In the run up to Election Day, there’s been plenty of chatter regarding potential changes to the tax code and how those alterations could affect retirees. For investors looking to generate income that’s not necessarily politically sensitive, the Nationwide Risk-Managed Income ETF (NUSI) is an exchange traded fund to consider.
NUSI can act as a complement to traditional equity and fixed income allocations or as the ideal protective hedge for investors with heavy exposure to technology and growth stocks because the fund is a “rules-based options trading strategy that seeks to produce high income using the Nasdaq-100 Index,” according to Nationwide.
NUSI is an actively managed portfolio of stocks included in the Nasdaq-100 Index and an options collar. Per index rules, the fund only invests in the top 100 largest by market cap, nonfinancial stocks listed on NASDAQ. A collar strategy involves selling or writing call options and buying put options, thus generating income to hedge some downside risk. The strategy seeks to generate high current income monthly from any dividends received from the underlying stock and the option premiums retained.
“A major component within the federal tax code is the preferential income tax rate for qualified dividends and long-term capital gains (that is, gains held for over one year),” according to the Tax Foundation. “Under current law, these sources of capital income are taxed at preferential rates, with a top rate of 23.8 percent when including the net investment income tax (NIIT). Some argue that the preferential rates are unfair, as labor income is taxed at higher levels in our progressive income tax system, up to 37 percent.”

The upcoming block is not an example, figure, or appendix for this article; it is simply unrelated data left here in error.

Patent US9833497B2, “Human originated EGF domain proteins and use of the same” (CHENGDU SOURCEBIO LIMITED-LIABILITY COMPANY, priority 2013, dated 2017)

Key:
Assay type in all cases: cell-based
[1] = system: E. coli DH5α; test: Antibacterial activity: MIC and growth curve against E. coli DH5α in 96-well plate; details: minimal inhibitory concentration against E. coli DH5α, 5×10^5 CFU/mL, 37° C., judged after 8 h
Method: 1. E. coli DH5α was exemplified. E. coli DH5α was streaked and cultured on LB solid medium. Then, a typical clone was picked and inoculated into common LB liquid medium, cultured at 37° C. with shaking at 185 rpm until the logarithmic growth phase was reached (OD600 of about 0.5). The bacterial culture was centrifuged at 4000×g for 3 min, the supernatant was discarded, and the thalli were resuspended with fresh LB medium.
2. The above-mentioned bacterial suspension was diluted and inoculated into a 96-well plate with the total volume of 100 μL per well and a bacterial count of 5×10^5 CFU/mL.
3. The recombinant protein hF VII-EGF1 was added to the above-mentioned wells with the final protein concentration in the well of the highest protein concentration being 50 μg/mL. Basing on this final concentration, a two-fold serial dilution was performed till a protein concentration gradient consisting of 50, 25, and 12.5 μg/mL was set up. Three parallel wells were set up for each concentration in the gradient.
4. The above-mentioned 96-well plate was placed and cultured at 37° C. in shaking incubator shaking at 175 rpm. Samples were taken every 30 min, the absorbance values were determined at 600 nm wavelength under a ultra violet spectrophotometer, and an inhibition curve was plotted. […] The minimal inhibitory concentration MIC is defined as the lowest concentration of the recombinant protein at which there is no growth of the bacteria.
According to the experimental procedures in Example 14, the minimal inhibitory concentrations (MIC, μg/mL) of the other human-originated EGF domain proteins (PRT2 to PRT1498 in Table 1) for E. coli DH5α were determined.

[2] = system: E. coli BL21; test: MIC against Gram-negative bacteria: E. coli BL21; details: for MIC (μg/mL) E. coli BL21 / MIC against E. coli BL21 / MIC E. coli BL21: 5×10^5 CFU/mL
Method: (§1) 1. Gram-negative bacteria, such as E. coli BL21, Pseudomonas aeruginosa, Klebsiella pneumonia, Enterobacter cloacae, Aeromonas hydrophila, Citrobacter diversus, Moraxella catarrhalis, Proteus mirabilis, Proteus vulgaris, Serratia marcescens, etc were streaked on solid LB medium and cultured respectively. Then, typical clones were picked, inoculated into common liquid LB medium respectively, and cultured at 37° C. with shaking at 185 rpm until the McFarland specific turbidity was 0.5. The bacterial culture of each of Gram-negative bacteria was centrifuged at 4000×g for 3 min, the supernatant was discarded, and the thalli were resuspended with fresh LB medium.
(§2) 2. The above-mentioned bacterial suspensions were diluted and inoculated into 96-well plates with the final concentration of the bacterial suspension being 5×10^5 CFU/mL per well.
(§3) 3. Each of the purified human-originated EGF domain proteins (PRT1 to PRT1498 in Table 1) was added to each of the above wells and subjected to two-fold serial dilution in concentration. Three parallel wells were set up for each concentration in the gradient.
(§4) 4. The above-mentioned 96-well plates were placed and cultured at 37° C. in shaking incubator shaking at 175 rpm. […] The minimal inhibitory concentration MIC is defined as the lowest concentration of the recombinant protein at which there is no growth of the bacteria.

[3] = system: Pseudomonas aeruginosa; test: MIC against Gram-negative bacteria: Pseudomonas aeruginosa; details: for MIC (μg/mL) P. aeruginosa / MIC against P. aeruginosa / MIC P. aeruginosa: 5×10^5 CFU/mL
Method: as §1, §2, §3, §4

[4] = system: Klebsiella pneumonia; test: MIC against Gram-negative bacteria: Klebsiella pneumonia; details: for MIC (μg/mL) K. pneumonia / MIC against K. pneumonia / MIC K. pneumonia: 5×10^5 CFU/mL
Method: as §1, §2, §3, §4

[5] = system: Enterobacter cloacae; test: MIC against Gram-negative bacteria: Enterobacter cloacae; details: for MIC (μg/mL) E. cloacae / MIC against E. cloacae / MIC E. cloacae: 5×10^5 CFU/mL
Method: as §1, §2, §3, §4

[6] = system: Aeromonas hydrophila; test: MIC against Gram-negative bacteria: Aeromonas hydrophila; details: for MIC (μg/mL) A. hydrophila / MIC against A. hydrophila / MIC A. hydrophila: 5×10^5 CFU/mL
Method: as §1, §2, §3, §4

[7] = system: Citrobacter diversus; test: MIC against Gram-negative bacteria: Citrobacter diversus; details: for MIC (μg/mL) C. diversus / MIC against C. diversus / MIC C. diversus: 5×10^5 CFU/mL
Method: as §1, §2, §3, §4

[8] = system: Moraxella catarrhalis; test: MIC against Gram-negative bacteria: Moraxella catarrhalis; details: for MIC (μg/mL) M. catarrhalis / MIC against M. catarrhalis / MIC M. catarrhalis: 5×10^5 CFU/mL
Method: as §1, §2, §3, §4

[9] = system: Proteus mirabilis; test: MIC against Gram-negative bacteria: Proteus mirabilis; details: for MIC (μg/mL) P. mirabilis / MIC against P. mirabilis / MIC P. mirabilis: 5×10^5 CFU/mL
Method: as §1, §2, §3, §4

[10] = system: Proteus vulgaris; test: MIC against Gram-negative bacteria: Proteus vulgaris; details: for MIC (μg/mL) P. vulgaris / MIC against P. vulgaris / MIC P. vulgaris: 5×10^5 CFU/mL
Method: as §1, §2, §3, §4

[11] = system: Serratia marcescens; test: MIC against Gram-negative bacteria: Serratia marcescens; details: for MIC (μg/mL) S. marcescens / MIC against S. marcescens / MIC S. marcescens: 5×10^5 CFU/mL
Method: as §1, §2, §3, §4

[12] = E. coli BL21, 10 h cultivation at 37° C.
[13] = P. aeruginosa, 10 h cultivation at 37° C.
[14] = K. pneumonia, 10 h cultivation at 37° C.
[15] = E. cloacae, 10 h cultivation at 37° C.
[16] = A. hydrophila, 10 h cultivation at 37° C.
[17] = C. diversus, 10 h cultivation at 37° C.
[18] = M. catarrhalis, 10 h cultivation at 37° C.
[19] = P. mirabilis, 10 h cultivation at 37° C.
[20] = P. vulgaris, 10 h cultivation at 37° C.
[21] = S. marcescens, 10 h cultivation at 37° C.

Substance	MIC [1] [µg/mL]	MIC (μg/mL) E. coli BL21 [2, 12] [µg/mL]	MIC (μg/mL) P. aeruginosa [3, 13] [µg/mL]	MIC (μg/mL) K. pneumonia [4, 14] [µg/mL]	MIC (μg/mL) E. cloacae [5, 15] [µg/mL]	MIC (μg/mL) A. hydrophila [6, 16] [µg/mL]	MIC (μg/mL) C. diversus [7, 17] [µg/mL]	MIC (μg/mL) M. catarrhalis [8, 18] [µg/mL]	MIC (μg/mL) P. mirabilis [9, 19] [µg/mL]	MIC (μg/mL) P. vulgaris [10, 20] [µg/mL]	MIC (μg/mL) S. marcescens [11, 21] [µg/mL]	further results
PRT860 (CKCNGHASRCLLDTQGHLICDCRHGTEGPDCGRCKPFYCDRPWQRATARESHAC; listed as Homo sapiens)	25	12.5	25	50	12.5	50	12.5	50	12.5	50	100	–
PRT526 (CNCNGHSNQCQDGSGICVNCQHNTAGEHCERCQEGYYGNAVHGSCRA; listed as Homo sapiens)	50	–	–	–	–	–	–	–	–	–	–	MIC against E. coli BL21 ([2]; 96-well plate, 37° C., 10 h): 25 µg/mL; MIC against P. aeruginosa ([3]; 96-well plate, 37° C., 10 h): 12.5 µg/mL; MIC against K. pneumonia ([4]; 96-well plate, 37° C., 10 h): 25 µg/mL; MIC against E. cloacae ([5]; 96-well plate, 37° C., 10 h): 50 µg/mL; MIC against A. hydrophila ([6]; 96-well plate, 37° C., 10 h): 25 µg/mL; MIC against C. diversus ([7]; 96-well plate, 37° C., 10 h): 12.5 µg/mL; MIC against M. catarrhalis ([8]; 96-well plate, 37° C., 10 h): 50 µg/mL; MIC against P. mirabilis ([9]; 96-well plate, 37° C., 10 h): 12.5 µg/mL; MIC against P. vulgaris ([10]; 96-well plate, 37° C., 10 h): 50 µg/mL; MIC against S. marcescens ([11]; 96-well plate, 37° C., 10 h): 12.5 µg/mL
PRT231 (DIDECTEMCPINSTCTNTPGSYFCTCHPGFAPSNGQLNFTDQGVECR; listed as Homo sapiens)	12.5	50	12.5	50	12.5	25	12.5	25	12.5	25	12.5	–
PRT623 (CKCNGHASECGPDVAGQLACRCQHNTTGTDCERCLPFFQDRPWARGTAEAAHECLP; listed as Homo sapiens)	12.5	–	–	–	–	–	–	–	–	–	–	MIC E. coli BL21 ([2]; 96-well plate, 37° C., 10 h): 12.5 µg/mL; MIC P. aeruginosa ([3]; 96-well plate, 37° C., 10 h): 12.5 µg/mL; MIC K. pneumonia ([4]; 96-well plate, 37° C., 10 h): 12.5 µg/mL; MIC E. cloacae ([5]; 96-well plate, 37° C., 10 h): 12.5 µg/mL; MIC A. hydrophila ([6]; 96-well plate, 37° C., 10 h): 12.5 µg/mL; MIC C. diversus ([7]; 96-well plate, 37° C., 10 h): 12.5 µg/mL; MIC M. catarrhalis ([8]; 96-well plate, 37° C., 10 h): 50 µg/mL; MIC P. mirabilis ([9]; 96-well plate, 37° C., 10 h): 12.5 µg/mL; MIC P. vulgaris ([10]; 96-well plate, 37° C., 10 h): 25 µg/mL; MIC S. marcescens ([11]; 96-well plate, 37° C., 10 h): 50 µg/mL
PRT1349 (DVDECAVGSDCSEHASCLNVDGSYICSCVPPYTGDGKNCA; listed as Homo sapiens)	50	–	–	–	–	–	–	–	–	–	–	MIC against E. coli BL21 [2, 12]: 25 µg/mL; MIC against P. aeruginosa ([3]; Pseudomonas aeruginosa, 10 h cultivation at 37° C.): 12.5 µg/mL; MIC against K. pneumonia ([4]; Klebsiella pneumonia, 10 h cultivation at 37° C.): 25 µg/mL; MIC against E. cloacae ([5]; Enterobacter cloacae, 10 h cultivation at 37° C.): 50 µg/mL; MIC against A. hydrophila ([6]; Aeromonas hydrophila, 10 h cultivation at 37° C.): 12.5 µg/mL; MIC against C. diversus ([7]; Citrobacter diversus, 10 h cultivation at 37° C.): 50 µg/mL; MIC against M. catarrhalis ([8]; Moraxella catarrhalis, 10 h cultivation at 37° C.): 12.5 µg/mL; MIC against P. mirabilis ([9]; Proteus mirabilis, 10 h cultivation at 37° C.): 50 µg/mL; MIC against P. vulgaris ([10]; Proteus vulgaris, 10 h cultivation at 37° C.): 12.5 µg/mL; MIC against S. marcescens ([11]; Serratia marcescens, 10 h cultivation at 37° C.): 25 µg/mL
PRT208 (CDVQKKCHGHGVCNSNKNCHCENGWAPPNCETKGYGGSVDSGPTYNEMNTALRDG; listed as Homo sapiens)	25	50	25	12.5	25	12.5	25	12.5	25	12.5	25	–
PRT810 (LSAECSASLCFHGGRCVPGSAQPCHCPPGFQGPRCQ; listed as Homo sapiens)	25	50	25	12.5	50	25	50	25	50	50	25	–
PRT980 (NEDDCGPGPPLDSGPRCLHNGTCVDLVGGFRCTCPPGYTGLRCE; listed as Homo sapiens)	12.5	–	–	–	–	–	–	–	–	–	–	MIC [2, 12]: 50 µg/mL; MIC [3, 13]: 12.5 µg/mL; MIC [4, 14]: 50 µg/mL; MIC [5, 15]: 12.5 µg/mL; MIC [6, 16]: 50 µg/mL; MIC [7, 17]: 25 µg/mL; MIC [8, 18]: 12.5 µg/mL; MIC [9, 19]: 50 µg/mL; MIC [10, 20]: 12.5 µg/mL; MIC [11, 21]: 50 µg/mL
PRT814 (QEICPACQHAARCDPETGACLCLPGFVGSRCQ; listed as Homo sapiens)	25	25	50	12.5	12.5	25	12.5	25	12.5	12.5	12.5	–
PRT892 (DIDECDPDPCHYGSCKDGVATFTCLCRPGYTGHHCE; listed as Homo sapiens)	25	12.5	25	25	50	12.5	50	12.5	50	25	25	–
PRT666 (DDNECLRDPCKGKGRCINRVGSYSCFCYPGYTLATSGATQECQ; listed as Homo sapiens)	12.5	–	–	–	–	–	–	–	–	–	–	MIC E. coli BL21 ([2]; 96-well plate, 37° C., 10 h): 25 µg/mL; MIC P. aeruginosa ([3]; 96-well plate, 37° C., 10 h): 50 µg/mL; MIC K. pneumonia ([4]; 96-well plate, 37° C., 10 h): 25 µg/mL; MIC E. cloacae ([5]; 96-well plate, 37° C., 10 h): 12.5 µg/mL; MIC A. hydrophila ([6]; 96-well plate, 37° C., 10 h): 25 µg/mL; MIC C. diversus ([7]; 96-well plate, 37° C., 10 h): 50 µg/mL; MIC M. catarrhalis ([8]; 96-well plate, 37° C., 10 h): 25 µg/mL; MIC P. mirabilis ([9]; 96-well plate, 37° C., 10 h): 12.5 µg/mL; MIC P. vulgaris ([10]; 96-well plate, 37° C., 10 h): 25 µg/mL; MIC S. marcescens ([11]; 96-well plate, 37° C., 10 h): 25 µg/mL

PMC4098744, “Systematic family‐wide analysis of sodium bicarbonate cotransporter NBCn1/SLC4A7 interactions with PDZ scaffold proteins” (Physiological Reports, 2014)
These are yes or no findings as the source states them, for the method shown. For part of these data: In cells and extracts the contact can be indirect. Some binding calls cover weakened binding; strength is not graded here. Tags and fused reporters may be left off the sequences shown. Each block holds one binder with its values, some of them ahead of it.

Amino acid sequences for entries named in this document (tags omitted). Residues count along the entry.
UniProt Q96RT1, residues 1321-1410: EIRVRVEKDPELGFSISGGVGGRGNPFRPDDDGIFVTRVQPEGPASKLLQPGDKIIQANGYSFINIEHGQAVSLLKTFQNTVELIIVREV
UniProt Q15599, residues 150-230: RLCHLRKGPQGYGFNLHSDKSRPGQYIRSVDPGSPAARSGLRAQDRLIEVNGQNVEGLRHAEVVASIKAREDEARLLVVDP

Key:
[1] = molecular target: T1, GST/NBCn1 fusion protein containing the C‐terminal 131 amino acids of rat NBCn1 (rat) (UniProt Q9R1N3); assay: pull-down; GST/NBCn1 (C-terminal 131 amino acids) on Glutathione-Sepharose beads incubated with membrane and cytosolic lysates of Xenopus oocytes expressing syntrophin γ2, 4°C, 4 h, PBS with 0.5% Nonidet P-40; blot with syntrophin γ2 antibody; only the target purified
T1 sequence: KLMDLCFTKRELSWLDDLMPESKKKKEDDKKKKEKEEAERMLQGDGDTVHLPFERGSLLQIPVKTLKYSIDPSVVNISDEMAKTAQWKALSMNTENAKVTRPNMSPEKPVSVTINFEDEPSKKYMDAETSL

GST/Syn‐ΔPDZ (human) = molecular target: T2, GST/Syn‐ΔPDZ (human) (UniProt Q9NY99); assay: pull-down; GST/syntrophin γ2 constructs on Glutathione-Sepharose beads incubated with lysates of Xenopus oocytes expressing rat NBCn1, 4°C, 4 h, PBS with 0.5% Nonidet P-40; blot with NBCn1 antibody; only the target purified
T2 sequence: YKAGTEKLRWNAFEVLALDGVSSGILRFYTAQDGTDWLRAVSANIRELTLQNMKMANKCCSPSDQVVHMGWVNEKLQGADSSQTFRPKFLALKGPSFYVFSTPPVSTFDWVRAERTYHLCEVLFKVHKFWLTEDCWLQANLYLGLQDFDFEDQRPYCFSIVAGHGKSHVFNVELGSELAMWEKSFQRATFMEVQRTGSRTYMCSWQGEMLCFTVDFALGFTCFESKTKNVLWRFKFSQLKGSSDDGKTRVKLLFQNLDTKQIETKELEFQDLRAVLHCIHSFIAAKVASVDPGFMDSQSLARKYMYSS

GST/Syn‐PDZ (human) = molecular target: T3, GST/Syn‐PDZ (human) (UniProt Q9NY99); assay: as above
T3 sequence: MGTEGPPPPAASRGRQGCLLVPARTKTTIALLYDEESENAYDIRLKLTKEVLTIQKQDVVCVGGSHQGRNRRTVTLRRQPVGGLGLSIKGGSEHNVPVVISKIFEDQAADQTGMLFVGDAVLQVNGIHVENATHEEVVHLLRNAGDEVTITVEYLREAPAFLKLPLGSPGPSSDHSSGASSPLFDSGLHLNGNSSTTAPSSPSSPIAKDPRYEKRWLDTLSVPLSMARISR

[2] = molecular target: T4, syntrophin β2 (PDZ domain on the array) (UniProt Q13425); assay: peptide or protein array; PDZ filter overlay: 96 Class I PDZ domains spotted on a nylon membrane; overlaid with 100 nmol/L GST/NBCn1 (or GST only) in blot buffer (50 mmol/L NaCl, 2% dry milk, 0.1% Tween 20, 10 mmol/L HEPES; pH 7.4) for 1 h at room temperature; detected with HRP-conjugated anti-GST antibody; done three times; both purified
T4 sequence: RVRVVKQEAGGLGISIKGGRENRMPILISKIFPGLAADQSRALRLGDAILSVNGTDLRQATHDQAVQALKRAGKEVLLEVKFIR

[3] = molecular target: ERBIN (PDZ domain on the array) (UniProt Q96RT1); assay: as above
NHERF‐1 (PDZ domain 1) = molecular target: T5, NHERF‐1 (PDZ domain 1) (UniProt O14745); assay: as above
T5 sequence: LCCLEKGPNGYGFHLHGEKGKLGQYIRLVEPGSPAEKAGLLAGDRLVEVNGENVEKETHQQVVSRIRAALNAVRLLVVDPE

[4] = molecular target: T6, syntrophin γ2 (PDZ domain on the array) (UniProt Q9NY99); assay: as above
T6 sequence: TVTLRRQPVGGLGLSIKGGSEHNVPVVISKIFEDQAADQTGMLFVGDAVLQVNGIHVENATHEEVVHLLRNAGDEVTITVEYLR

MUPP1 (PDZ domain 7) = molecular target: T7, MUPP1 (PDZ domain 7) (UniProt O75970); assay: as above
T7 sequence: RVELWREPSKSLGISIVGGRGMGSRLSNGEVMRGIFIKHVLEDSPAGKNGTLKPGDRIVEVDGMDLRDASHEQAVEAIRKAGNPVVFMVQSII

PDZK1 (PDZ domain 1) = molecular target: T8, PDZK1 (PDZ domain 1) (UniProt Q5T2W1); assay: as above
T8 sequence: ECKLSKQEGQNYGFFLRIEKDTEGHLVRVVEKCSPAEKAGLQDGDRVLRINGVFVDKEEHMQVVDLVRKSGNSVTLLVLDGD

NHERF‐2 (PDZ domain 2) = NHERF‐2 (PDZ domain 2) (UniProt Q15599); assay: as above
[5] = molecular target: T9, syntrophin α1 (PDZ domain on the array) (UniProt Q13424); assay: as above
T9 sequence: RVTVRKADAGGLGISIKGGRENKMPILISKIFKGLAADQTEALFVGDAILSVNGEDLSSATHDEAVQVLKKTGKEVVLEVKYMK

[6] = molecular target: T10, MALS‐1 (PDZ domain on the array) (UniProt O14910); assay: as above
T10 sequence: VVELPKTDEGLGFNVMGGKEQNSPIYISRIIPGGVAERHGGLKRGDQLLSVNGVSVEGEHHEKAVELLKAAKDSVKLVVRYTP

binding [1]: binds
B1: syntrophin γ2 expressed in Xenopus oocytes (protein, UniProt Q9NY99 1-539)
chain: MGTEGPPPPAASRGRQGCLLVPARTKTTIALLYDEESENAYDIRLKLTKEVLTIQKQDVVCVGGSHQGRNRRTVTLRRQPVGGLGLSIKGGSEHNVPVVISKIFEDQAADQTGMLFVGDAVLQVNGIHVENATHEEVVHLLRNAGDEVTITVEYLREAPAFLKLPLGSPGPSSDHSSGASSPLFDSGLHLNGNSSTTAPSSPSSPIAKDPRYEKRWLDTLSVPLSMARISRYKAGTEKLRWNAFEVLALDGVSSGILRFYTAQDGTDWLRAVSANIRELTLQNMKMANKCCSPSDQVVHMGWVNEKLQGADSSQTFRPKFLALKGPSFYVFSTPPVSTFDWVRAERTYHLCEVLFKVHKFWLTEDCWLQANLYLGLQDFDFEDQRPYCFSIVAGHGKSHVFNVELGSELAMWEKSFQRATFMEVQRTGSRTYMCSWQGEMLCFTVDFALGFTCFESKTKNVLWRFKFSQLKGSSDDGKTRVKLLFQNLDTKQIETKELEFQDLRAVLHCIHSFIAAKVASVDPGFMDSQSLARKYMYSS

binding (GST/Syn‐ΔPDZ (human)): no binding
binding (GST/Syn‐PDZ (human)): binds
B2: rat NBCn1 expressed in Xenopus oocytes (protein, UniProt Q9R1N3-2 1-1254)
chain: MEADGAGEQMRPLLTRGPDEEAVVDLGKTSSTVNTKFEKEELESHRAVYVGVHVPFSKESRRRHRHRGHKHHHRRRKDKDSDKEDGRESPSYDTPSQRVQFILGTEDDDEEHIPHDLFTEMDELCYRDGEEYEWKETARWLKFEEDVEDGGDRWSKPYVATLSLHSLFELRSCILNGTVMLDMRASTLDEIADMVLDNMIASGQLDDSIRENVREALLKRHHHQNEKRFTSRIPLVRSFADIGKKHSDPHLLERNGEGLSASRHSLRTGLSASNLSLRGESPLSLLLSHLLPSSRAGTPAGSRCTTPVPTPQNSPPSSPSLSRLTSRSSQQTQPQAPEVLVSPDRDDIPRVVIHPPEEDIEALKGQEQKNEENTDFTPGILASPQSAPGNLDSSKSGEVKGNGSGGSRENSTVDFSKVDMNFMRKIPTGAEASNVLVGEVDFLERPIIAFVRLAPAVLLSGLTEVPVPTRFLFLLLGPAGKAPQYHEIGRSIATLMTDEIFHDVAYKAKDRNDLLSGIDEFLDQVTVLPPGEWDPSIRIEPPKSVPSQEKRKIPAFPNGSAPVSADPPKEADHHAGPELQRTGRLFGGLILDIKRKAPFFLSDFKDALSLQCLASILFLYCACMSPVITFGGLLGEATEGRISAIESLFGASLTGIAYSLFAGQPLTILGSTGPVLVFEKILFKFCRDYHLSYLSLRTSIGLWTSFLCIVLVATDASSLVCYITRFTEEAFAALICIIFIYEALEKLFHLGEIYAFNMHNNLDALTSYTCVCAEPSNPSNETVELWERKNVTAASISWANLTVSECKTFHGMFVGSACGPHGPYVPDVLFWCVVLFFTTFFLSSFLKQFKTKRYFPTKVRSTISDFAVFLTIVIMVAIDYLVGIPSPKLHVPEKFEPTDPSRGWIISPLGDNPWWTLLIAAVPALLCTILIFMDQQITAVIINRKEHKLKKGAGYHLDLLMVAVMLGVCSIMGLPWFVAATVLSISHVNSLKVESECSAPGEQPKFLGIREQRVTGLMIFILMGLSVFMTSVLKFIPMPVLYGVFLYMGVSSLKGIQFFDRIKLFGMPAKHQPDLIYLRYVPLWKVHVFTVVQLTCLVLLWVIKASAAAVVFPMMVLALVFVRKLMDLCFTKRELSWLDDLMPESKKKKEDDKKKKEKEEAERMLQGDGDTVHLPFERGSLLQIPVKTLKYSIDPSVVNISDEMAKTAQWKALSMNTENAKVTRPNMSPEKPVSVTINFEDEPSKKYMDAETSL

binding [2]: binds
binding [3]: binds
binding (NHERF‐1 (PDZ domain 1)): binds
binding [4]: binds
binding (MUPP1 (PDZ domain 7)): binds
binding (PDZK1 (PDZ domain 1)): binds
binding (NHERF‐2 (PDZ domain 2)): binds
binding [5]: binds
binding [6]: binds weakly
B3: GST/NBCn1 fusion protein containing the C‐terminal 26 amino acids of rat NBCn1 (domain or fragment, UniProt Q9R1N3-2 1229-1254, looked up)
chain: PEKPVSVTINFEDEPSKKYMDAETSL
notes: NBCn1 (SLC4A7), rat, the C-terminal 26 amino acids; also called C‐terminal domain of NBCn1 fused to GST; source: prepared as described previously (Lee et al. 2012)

NUSI Skirts Some Thorny Taxes Issues
Conservative investors looking for added yield, dependable income and downside protection, which NUSI offers, are apt to find the Nationwide ETF to be an attractive addition to income-starved portfolios. Additionally, income generated by the fund would be taxed at traditional capital gains rates, not potentially elevated levels that could come about if one party makes sweeping changes to the tax code.
“The preferential tax rates for qualified capital gains and dividends exist in part to mitigate the double taxation of returns to corporate equities, which are taxed once at the firm level at 21 percent before being taxed again when shareholders receive corporate dividends or realize a capital gain,” notes the Tax Foundation.
Covered call strategies such as NUSI can potentially augment a portfolio during periods of heightened volatility. The covered-call options allow an investor to hold a long position in an asset while simultaneously writing, or selling, call options on the same asset.
For more news and strategy, visit our Retirement Income Channel.